The conservation of a former tenement house at 14 Henrietta Street in Dublin’s north inner city has been shortlisted for the prestigious European Union Prize for Contemporary Architecture – Mies van der Rohe Award 2019, one of just 40 projects selected from nearly 400 nominations across Europe.
Speaking about its shortlist, the international jury chairperson Dorte Mandrup noted “the 40 works highlight a new agenda that asks for a new way of thinking. Excellence and skillfulness are inherent in all of them, but this is not enough: it is necessary that they also make an impact and make architects themselves think differently about the profession.”
14 Henrietta Street is a prime example of this observation. Conservation and restoration work at the Dublin City Council-owned building was carried out over a 10-year period. Now a home to Dublin’s social history and open to the public since September 2018, 14 Henrietta Street tells the story of 300 years of city life, all within the walls of one address. Visitors can see what impressed the Mies van der Rohe jury as well as discovering layers of Dublin history on one of the intimate and moving guided tours.
Heritage officer with Dublin City Council, Charles Duggan, who oversaw the restoration project, said: “The 10-year long journey to rescue, stabilise and ultimately conserve and adapt 14 Henrietta Street entailed not only the stabilisation of the house due to its serious structural condition, but the preservation and recovery of the fragile traces of human occupation embodied in the fabric and form of the house. The conservation of the house and the creation of the museum has been a truly collaborative project; our dedicated design team, led by Shaffrey Architects, GEM Construction, specialist conservationists, researchers, and curators have been guided by conversations with people who lived in tenement flats in this house and on the street.”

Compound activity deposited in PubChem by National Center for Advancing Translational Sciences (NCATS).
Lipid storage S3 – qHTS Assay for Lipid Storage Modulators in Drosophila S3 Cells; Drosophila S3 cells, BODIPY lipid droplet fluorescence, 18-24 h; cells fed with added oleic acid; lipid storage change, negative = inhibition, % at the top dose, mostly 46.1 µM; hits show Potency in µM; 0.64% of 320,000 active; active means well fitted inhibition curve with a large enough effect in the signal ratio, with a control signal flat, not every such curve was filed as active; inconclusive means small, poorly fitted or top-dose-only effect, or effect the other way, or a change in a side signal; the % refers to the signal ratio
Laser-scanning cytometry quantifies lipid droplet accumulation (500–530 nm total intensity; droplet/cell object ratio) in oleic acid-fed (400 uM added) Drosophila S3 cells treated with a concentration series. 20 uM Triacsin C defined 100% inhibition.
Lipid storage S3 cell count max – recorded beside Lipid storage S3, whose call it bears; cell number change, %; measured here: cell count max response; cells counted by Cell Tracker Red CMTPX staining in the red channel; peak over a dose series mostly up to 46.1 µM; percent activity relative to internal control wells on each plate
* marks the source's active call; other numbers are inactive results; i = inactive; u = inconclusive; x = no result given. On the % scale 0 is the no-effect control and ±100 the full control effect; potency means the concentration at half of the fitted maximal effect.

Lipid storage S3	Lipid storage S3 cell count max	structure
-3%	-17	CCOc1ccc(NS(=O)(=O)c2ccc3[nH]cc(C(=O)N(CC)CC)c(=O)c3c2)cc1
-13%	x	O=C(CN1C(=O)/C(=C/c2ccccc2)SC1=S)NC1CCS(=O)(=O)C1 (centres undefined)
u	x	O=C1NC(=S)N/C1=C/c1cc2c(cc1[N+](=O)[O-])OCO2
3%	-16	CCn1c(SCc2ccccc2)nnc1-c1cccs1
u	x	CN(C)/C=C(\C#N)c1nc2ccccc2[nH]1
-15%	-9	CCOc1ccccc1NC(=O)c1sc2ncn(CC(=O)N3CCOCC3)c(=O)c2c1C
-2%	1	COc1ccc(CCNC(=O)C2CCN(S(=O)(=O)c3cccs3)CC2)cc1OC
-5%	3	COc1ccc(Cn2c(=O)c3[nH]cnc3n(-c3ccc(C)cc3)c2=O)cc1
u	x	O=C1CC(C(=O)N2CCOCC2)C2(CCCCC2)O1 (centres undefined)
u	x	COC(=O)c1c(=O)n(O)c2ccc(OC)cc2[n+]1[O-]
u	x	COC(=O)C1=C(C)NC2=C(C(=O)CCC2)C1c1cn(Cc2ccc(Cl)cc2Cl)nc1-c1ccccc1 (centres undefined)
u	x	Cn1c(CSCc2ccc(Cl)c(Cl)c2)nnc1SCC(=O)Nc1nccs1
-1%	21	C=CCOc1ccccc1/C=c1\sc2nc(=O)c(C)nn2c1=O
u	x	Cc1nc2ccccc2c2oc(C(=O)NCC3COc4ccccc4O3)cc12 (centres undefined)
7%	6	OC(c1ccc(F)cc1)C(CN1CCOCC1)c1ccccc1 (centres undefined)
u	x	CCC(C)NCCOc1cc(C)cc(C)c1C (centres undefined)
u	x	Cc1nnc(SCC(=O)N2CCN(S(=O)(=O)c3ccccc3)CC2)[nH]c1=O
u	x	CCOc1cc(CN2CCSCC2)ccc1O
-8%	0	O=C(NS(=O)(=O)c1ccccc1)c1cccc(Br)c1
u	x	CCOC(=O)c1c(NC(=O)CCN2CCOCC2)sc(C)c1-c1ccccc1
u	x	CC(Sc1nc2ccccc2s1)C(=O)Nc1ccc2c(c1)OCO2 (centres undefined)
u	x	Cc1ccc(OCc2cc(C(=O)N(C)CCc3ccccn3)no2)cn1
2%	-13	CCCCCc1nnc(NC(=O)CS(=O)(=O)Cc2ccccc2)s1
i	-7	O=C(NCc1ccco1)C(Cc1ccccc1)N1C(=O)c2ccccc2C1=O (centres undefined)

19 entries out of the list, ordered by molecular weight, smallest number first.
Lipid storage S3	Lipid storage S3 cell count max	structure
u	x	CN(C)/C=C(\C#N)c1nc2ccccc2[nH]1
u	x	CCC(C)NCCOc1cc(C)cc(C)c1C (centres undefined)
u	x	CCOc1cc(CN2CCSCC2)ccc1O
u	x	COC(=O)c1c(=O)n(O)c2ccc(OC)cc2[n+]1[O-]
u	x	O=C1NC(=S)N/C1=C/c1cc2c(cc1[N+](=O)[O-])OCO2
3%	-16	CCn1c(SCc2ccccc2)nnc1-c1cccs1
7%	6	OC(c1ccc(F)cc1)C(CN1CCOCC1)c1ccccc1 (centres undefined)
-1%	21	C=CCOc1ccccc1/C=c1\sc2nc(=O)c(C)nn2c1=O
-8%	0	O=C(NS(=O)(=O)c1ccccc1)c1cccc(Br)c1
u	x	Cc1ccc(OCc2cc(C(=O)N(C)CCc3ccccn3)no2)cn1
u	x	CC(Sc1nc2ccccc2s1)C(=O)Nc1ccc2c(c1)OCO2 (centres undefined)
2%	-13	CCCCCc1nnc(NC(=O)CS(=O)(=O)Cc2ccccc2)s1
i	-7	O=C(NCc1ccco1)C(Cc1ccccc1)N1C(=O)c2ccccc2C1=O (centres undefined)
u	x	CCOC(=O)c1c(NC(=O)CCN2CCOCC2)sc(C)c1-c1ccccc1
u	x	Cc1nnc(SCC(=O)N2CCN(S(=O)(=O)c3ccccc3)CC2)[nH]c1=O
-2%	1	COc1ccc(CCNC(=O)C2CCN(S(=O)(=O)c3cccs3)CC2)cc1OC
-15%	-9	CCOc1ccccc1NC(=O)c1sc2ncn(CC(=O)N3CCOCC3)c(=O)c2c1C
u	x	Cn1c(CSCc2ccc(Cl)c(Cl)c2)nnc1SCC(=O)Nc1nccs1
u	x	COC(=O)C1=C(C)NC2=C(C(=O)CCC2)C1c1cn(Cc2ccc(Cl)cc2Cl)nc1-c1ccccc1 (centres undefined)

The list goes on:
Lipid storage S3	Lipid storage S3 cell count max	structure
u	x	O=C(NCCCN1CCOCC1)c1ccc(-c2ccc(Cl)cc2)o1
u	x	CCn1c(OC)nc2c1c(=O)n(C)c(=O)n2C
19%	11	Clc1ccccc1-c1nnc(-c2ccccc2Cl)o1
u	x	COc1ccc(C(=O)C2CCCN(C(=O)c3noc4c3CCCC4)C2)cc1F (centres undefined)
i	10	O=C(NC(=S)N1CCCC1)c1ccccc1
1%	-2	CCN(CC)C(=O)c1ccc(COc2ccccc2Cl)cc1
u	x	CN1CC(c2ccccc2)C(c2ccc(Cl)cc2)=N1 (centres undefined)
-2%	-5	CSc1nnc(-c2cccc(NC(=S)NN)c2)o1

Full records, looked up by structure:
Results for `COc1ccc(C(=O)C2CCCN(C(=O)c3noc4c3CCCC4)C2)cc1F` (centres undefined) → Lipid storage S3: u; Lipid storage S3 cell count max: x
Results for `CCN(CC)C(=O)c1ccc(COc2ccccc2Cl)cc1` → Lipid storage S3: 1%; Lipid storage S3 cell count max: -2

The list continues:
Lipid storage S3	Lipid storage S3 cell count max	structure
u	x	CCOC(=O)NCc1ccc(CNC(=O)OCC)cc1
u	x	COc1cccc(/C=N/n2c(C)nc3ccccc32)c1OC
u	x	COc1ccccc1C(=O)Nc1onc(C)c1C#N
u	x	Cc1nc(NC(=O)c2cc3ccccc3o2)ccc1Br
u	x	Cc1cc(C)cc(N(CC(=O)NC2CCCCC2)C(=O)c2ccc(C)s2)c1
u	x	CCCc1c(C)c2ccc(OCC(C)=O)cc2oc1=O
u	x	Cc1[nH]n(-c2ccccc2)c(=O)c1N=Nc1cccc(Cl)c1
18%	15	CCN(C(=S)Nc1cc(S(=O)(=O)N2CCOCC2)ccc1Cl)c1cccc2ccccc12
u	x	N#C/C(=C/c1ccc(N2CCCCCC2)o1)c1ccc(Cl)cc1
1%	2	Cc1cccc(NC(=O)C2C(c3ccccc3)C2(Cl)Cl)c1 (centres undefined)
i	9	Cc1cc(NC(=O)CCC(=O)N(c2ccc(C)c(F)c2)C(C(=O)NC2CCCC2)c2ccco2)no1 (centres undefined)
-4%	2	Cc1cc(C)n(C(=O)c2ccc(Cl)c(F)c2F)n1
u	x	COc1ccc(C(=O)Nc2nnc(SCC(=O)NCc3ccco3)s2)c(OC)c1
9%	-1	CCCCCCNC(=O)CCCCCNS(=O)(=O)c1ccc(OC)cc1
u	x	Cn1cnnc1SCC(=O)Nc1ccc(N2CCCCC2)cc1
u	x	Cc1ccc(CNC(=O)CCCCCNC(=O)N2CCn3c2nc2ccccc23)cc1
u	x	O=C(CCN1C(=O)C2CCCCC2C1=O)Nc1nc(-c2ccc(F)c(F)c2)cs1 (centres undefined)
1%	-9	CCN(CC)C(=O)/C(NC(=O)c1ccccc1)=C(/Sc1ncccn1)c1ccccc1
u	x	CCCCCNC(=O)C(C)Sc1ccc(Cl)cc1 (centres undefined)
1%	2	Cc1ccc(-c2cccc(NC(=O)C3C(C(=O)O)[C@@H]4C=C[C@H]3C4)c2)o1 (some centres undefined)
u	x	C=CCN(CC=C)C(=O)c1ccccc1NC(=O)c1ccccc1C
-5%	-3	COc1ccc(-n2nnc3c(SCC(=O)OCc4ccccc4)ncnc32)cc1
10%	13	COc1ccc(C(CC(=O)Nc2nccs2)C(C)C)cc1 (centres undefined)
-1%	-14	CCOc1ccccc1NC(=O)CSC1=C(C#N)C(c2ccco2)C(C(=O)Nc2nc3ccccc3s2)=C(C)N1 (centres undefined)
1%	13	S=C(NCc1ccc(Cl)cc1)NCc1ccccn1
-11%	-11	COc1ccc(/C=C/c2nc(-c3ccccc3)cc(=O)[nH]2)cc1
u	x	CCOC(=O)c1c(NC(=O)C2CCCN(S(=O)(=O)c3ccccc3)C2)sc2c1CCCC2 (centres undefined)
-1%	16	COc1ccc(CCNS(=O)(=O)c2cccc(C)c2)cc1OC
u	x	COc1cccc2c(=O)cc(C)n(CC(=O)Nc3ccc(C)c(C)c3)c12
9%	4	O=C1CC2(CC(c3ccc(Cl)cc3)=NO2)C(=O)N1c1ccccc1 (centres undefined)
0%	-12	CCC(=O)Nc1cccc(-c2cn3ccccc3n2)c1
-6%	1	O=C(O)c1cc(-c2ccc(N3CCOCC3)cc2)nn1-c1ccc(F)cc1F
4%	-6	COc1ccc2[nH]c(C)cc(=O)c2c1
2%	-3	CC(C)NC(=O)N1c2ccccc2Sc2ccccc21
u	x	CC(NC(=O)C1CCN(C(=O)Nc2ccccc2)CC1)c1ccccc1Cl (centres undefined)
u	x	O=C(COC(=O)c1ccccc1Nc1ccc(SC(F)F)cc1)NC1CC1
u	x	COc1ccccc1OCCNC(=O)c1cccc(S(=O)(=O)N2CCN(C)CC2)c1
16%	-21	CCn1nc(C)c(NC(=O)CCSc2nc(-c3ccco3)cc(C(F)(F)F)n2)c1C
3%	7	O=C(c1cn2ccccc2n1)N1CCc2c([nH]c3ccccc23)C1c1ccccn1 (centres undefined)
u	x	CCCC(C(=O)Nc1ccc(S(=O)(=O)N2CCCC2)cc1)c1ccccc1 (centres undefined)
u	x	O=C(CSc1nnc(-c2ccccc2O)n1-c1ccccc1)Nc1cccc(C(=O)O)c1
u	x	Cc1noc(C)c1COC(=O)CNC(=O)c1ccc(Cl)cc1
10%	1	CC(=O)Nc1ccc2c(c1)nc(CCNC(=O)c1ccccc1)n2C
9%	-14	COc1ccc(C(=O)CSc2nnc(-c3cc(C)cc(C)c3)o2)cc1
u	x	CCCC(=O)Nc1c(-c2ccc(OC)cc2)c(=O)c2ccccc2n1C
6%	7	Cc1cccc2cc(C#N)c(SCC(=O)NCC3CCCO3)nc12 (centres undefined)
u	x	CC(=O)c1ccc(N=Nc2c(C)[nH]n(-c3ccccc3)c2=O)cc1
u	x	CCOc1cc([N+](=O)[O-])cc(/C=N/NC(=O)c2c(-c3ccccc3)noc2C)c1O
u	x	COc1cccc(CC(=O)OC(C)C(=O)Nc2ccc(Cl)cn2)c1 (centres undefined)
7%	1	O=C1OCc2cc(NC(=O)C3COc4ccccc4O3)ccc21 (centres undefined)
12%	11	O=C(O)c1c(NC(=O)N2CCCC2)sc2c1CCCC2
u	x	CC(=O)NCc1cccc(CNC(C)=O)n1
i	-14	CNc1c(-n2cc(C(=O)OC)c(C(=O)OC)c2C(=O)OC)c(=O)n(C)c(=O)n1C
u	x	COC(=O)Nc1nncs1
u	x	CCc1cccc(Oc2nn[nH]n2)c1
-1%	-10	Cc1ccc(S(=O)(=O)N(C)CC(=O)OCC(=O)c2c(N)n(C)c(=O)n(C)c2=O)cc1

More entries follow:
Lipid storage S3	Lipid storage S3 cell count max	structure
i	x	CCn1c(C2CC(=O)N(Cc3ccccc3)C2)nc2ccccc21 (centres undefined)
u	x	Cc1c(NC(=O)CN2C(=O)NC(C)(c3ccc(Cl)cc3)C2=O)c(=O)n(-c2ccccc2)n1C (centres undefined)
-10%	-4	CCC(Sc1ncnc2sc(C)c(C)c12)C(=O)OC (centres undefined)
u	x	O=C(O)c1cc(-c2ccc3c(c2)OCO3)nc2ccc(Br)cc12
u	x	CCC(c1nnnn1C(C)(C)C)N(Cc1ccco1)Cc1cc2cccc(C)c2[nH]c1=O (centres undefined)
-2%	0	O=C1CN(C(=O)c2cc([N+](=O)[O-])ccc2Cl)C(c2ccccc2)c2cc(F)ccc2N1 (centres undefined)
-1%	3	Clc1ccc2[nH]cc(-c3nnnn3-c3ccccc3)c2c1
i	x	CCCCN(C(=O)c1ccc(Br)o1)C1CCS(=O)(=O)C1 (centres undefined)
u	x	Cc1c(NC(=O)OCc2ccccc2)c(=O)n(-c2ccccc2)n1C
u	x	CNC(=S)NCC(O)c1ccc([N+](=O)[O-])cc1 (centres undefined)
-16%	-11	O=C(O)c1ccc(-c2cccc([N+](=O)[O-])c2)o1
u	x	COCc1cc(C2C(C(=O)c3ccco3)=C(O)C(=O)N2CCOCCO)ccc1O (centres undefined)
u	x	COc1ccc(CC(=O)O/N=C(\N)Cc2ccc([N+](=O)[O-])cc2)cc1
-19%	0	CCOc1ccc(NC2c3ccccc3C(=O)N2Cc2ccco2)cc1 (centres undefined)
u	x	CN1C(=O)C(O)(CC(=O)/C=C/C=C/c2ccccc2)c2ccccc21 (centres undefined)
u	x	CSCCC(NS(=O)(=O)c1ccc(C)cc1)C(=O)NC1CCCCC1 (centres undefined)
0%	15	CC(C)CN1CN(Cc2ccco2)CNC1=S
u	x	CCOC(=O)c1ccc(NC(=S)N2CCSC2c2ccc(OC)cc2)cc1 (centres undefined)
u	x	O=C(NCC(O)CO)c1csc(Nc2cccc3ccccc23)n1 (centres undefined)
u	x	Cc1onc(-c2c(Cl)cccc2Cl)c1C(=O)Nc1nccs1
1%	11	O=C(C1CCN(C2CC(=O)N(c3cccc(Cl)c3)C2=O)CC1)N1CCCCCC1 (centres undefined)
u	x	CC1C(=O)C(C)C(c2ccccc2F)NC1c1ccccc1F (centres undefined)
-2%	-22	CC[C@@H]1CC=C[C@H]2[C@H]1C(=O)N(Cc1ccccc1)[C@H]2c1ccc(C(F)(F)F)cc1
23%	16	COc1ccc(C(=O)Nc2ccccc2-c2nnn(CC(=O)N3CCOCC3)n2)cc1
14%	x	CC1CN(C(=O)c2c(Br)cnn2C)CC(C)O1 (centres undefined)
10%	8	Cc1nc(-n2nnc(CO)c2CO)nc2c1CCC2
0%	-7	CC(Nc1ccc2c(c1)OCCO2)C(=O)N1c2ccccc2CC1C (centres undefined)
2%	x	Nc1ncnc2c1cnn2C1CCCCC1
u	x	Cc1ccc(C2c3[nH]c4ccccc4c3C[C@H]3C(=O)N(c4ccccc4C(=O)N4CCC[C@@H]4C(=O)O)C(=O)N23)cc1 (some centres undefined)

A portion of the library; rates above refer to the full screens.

Architect Gráinne Shaffrey of Shaffrey Architects, who led the restoration and conservation work, said: “We are delighted to be being shortlisted for this prestigious prize for European architecture and share this acknowledgement with our colleagues and client who worked closely and generously with us on this very singular project over the years. Henrietta Street has been a totem for architecture and urbanism in Dublin, 14 Henrietta Street shows the interwoven nature of architecture, society and culture. It has been a privilege and a rich learning ground for us to work in this special place.”
Commenting on the news, Chief Executive of Dublin City Council Culture Company Iseult Byrne said: “To be recognised by the EU Mies Award jury is a fantastic achievement for 14 Henrietta Street and the team who worked so hard to rescue it. This is a story of architectural courage and optimism that has created a new, distinctive museum dedicated to urban social history. We are delighted to be shortlisted.”
The shortlist will be whittled down to five finalists on February 13, 2019.
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